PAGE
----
OTTAWA, January 30, 2019 – Students across the country are kicking off the Canadian Alliance of Students Associations’ (CASA) #StudentsLetsAct campaign today, underlining the urgent need for action on student mental health. At a time where attention to and discussion around mental health is high, students want to channel this energy into tangible action to help support those struggling.
“We love that there’s been so much discussion and sharing going on around mental health over the past few years, but we want to take things one step further,” says Emma Walsh, CASA Advocacy Director and St. Thomas University Students’ Union VP Education. “A lot of students need help, and we’re now standing up and demanding it, loudly.”
Post-secondary students are at a stage in their life when the pressure to do well academically is high, when they often have new responsibilities, and when they may not have the same support network around, making them particularly vulnerable to mental health issues. Additionally, the age at which most people attend post-secondary coincides with a common age of onset for mental illness. Without the right, accessible supports in place, not only is the student’s academic performance at risk, but also the individual’s safety and wellbeing.
CASA thinks the federal government can play an important role in helping students struggling with debilitating mental health issues. For instance, CASA wants to see the government expand the Canada Student Grant for Students with Permanent Disabilities to also support those with temporary conditions, given the episodic nature of many mental health issues. Students also think this grant should be increased by 50%, as the other Canada Student Grants were in Budget 2016. Providing more federal funding targeted at mental health initiatives and supports on Canadian campuses would also help immensely, seeing as most campus services are severely overburdened and underfunded. The federal government is also well-placed to take the lead on collecting data on student mental health, which informs practices and policies all over the country.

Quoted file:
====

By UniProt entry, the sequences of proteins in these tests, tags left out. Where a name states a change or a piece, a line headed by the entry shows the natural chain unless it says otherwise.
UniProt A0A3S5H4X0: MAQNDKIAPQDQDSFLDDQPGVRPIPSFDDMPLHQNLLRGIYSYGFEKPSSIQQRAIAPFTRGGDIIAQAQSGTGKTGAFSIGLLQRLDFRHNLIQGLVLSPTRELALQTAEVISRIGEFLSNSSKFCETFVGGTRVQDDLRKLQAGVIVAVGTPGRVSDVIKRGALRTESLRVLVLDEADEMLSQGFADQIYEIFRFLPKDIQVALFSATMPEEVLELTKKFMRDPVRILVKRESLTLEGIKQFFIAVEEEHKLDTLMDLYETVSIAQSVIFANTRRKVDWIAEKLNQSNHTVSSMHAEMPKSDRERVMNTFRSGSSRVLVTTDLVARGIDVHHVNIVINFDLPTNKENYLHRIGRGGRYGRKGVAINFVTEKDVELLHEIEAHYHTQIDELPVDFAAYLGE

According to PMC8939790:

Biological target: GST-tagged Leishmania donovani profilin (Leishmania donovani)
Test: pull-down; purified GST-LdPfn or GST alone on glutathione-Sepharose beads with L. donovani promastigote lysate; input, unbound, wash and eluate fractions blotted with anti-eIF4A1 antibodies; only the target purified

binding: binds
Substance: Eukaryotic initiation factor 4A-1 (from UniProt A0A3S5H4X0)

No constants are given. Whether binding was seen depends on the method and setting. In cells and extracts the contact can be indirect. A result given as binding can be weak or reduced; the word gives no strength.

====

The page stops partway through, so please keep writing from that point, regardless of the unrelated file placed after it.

Emma continues: “The simple, yet high impact measures proposed by CASA have the potential to greatly assist the hundreds of thousands of students across Canada who struggle with mental health issues. That’s why we’re running this campaign – because government action on student mental health is critical.”
Established in 1995, the Canadian Alliance of Student Associations (CASA) is a non-partisan, not-for-profit, national student organization composed of 23 student associations representing 280,000 post-secondary students from coast to coast. Through its partnership with the Quebec Student Union (QSU) and its 8 members representing 79,000 students, CASA presents a national student voice to the federal government. CASA advocates for a Canadian post-secondary education system that is accessible, affordable, innovative, and of the highest quality.
Lindsay Boyd, Communications and Public Relations Officer